By contrast, Graeber and Wengrow at the other extreme assert that Adario’s criticisms and arguments are entirely Kandiaronk’s, as though no European could advance a forceful critique of their own civilization (it is likely that Adario’s critique derives from both Kandiaronk and Lahontan, more from the former than the latter). The authors go much further to infer that the criticism in the Dialogues constitutes not just one brilliant native’s considered insights, but a systematic judgment of Europeans by Native American political thought. Thus, their “indigenous critique” plays the role of a fully formulated political philosophy to contrast with the emerging narrative of progress. In fact, the “indigenous critique” may also have been in part a European “autocritique” of Enlightenment (as Mark Hulliung names his study of Rousseau’s thought). Graeber and Wengrow assert repeatedly that the “indigenous critique” influenced and perhaps catalyzed Enlightenment social and political thought and revolutionary practice—for which they believe Kandiaronk deserves credit. At the same time, they deplore  Enlightenment conjectural histories of early human societies as conservative responses intended to counteract the “indigenous critique.” In this way, they at once implicitly celebrate and explicitly disparage Enlightenment political and historical thought.

In fact, The Dawn of Everything stands in a much closer relation to the Enlightenment conjectural histories than its authors acknowledge. They recognize Rousseau’s importance, blaming him throughout for asserting, even while lamenting, the full-blown simultaneous appearance of agriculture and property, as well as the disappearance of innocent but stupid savages. They also refer to Adam Smith and Adam Ferguson, who proposed influential, clearly demarcated three- and four-stage theories of universal social development. But they do not mention alternate conjectural histories by Germans such as J. G. Herder and Georg Forster, who avoided a single, rigid scheme of social evolution, and argued in different ways that each people follows its own path of development at its own speed. Even among the Scots, James Dunbar questioned the category of savagery, contending that a society termed savage might be morally superior to a “civilized” empire. Through their almost exclusive focus on Rousseau, whose thought was unrepresentative in its utter condemnation of agriculture and property, Graeber and Wengrow may do what they accuse the Enlightenment thinkers of doing to indigenous people: they simplify a complex phenomenon in order to produce a derogatory representation of it.

The conjectural histories of the late eighteenth century were attempting to make sense of the fragmentary and often unreliable accounts from the previous two centuries of the world about which Europeans had previously known nothing or close to nothing. They speculated by necessity; they were thinking about periods for which there were no written records and few material remains. Yet they were speculating responsibly, attempting to work out an understanding of nonliterate societies that did not conform to Biblical accounts, mythical narratives, or dynastic histories, but was based on the best, if scanty, evidence they had before them. In that sense, they took a scientific approach.

Graeber and Wengrow also write responsible speculative history concerning societies about which much remains unknown, again in large part because of an absence of written records. Their speculations are based on many sites, material remains, and methods of analysis that were not available in the eighteenth century. Çatalhöyük was only excavated beginning in the late 1950s, and the Ukrainian mega-sites in the 1970s. It makes sense that Graeber and Wengrow have a different story to tell based on different, more plentiful evidence. In providing a provocative synthesis of the last thirty years of specialized archaeological research, however, their speculations are not more scientific than those of their Enlightenment predecessors.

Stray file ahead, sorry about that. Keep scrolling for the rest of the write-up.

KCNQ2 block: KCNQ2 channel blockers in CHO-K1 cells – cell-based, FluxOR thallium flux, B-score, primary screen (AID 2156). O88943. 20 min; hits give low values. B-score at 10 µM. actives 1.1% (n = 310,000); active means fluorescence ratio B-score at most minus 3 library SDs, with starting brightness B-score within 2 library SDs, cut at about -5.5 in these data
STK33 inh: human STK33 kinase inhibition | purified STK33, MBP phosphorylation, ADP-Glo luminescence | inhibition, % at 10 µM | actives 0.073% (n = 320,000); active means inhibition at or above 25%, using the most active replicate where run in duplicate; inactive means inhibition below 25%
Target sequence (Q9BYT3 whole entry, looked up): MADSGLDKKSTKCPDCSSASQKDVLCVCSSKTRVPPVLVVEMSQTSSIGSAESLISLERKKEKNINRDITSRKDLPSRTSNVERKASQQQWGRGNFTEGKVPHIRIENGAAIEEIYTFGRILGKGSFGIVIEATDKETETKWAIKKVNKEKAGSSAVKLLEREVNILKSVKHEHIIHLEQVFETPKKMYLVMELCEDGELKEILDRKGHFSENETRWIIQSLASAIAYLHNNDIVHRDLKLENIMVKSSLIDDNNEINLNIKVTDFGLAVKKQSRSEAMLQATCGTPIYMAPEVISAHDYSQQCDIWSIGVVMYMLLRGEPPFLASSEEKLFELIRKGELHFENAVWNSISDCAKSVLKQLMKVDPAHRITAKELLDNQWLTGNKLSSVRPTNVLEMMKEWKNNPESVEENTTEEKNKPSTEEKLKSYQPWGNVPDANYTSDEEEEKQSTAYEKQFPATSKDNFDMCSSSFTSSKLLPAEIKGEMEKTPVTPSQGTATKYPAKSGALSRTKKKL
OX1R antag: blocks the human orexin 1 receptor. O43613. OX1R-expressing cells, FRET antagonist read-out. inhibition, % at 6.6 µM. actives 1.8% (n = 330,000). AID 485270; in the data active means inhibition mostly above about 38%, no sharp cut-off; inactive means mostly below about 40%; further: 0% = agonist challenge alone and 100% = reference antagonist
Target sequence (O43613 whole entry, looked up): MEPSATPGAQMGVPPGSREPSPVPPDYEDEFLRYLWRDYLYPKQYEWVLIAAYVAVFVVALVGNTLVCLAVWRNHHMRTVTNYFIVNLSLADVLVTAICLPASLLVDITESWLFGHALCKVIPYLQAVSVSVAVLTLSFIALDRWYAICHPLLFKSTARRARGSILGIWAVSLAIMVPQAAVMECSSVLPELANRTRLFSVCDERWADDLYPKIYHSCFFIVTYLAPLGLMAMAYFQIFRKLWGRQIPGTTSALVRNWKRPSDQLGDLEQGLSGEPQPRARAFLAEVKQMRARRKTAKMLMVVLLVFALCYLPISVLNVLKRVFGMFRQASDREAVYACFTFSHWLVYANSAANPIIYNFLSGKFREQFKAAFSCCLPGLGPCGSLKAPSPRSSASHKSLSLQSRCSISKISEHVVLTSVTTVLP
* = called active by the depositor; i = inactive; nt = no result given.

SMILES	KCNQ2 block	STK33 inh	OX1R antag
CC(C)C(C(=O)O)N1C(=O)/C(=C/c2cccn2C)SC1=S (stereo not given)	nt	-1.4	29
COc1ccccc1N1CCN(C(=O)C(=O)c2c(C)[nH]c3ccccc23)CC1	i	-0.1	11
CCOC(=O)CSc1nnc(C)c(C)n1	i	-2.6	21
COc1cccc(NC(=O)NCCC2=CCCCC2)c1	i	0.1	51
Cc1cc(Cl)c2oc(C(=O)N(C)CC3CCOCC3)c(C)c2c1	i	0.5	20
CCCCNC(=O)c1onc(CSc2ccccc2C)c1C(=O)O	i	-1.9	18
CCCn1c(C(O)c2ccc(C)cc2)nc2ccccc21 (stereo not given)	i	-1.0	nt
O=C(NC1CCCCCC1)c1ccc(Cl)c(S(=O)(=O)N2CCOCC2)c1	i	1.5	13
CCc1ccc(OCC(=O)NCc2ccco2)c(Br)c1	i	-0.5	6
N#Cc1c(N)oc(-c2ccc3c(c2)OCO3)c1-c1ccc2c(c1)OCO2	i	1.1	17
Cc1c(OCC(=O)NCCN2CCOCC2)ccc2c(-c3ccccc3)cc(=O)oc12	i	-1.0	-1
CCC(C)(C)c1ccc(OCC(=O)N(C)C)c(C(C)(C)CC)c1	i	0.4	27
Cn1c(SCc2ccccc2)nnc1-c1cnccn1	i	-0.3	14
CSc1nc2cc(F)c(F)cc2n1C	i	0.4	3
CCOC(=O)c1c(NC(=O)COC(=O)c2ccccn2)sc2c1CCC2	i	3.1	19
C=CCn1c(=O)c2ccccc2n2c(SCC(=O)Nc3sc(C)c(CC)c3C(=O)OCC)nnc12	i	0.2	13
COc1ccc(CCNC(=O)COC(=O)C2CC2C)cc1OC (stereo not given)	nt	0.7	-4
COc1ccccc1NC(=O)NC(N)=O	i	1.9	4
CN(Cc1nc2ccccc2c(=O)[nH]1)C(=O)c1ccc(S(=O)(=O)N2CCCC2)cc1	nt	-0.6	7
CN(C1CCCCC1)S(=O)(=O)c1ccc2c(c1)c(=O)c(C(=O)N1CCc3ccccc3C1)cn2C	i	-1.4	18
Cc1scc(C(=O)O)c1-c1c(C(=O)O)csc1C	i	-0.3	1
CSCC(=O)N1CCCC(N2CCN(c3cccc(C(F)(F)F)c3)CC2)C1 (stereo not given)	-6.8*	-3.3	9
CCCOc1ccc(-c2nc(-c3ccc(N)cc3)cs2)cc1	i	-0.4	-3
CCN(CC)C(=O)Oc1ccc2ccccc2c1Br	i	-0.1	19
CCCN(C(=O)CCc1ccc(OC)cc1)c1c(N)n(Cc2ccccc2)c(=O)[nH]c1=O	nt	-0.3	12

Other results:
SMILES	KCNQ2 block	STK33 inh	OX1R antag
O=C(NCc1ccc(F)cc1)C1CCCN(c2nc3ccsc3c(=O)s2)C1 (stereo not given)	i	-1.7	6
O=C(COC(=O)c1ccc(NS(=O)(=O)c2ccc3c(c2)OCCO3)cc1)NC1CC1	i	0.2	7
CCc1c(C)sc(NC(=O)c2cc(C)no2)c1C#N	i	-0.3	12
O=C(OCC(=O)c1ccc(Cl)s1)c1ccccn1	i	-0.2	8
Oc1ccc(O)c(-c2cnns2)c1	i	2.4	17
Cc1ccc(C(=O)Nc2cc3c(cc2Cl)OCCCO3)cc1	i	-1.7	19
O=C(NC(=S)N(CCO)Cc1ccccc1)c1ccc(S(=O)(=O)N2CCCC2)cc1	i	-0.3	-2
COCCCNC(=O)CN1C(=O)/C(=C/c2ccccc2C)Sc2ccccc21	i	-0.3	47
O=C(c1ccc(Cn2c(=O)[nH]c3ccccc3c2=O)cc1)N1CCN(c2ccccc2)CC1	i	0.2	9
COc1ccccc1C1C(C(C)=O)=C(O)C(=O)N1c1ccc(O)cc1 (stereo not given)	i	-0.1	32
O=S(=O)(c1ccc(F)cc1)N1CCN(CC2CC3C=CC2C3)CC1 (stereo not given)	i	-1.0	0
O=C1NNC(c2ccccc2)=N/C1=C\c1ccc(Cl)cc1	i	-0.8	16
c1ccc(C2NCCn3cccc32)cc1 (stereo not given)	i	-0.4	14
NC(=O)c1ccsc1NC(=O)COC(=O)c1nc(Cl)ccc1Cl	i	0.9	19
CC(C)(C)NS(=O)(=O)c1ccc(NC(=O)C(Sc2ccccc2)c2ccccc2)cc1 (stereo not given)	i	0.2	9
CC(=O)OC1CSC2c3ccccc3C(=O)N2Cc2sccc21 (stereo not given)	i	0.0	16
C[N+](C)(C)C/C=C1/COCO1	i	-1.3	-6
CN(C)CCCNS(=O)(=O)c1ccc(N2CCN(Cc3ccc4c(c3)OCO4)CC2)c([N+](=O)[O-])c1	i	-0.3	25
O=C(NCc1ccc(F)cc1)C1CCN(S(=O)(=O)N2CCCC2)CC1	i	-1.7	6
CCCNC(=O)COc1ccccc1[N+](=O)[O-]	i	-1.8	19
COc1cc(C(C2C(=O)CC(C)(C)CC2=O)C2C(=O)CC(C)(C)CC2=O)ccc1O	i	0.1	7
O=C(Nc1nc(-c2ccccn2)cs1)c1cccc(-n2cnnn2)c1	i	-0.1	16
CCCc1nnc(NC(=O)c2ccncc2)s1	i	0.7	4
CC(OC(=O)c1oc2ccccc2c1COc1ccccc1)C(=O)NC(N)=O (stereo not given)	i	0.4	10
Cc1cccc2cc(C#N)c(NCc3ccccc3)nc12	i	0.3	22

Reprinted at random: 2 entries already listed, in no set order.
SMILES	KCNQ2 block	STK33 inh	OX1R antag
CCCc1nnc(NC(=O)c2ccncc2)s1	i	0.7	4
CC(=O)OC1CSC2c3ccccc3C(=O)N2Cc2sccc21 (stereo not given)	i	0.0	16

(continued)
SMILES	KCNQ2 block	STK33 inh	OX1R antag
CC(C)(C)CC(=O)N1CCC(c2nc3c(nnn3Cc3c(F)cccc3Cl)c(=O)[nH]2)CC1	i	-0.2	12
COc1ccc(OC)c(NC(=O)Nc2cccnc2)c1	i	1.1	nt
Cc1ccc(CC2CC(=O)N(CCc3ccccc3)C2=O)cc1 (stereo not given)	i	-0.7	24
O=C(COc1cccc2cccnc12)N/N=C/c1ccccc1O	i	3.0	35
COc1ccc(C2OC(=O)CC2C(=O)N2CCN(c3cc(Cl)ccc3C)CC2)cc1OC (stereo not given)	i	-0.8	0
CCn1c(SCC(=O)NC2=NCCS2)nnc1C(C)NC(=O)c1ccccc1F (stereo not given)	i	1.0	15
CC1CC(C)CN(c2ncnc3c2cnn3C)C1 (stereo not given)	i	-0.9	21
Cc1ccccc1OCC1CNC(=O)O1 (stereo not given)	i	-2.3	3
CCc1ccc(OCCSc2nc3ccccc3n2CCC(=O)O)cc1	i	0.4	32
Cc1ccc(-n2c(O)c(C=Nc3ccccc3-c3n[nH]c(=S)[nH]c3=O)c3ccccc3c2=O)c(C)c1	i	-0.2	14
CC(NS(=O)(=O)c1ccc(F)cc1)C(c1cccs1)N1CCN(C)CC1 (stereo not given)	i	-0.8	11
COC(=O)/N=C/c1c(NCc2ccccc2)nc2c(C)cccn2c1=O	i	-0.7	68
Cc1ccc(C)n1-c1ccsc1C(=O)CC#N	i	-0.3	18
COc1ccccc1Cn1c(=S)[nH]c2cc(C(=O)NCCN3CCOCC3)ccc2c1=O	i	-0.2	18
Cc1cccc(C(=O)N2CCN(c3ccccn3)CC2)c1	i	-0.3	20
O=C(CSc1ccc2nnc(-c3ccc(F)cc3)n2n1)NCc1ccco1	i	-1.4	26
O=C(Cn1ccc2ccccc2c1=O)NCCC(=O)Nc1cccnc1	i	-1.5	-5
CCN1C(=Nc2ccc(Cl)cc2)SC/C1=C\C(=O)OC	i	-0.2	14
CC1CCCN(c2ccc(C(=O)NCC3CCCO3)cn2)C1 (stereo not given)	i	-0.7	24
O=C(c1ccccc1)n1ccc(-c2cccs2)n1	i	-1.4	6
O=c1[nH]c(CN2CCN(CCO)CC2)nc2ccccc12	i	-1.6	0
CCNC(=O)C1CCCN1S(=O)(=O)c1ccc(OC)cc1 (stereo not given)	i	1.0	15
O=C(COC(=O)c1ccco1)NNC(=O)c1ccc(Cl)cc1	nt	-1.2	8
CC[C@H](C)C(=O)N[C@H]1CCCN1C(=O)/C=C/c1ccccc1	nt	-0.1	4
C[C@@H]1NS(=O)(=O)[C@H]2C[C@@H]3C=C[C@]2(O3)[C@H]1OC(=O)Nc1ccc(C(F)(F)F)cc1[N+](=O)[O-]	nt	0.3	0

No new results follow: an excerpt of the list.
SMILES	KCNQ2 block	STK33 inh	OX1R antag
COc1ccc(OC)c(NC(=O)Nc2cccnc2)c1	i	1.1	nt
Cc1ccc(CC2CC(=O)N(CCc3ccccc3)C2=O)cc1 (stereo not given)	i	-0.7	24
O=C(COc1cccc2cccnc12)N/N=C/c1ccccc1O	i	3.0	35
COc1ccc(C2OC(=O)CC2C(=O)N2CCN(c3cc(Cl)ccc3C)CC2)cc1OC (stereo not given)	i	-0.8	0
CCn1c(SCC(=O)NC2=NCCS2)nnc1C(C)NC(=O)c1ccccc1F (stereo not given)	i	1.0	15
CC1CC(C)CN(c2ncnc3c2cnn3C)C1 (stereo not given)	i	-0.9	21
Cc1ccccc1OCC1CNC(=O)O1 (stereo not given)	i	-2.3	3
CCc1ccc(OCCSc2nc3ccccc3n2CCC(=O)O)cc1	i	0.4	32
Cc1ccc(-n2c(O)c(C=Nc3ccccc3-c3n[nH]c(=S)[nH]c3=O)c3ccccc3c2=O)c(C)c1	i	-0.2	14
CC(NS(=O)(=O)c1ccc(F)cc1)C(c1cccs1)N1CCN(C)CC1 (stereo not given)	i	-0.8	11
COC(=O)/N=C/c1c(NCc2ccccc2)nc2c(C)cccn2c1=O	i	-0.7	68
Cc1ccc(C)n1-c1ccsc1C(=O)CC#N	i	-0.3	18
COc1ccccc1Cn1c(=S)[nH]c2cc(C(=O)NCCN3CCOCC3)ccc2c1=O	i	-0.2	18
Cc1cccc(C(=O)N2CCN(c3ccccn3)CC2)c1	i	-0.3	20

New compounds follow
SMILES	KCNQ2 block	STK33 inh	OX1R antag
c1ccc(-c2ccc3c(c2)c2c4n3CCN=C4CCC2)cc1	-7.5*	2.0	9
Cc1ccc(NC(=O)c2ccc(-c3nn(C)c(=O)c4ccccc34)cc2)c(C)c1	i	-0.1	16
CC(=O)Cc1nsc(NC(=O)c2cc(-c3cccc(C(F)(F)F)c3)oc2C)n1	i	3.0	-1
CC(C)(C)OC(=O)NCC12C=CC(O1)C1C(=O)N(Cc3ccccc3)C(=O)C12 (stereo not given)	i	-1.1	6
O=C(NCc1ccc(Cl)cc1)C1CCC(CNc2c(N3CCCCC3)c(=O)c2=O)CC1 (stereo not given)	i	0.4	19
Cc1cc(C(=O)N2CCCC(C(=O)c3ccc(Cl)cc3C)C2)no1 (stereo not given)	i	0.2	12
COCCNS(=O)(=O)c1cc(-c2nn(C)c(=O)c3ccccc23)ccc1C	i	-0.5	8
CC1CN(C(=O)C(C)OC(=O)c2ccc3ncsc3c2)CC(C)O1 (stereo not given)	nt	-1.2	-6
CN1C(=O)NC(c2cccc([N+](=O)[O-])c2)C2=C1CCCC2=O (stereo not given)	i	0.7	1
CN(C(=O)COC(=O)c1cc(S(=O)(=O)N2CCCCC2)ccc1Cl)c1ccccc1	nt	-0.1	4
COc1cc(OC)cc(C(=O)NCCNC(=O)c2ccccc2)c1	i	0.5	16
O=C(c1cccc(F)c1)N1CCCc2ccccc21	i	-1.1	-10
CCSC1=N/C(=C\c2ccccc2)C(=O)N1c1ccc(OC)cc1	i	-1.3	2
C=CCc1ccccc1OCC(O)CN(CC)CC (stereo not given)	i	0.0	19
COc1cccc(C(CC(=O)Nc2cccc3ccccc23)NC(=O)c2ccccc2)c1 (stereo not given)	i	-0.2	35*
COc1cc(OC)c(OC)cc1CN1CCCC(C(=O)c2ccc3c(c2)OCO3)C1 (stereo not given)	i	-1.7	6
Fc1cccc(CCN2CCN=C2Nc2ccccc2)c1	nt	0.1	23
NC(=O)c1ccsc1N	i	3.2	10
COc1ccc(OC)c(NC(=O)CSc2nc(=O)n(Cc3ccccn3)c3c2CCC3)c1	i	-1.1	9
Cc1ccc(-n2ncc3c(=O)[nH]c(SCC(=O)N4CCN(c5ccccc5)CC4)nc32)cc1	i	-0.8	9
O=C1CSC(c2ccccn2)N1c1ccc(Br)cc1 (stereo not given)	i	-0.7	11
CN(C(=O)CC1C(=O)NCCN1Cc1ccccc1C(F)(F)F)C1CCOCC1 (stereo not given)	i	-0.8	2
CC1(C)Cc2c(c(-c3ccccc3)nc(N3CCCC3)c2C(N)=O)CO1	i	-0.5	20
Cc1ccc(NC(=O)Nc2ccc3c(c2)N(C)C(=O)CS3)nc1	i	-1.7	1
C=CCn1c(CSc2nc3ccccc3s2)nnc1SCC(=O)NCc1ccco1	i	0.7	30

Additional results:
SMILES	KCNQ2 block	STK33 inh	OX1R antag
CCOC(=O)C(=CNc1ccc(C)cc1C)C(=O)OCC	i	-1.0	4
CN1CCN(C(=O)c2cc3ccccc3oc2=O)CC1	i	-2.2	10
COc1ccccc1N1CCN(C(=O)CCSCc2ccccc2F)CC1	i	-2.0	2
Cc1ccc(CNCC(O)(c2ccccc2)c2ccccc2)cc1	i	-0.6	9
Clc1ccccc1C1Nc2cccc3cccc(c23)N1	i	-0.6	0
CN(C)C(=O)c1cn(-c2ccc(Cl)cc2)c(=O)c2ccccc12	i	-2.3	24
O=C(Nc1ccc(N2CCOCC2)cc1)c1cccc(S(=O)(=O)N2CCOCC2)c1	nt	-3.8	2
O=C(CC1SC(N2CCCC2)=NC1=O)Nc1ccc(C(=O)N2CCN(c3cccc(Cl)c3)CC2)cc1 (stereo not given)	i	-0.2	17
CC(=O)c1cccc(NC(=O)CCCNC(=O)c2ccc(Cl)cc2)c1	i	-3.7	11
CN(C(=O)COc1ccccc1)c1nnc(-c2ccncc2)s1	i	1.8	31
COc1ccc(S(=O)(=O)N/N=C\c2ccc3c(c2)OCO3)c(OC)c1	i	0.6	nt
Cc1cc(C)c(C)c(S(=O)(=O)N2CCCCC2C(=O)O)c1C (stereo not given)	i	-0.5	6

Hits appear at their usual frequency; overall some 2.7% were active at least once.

In fact, despite their straining of the evidence and occasional glib remarks (calling Rousseau, for example, a “not particularly successful eighteenth-century Swiss musician” [494]), they largely succeed in their primary aim of showing that the currently dominant form of bureaucratic, centralized, warlike state is neither inevitable nor inescapable. Most significant, perhaps, is their report that current reseach shows that cities with 100,000 people could be organized on egalitarian lines so that they were not centrally and hierarchically administered by a monarchy, aristocracy, or priesthood. Instead, neighborhood councils based on widespread participation were able to organize peaceful communal life for  hundreds of years at Teotihuacan, the Ukrainian mega-sites, the Hopewell Interactive Zone in Ohio, and Knossos in Crete, where the prominent role played by women appears to have been of signal importance.

In addition, the existence of societies that have been acquainted with or practiced full-scale farming, but turned away from the complete set of agricultural practices, enjoying greater freedom of thought and action for hundreds or even thousands of years—longer than most empires—indicates that human groups can evaluate the undesirable consequences of technological innovations and choose not to adopt all means of cultural or territorial expansion, economic growth, and resource exploitation. Indeed, the survival of our species and of others may depend on our developing sustainable forms of democratic self-government and adopting self-imposed restrictions on unchecked growth. Although such forms of social organization are widely dismissed as utopian, by showing their existence at many places and times in the past, this book demonstrates that they are indeed possible. Recognizing that such possibilities actually took shape in the past may encourage the realization of similar egalitarian societies in the future.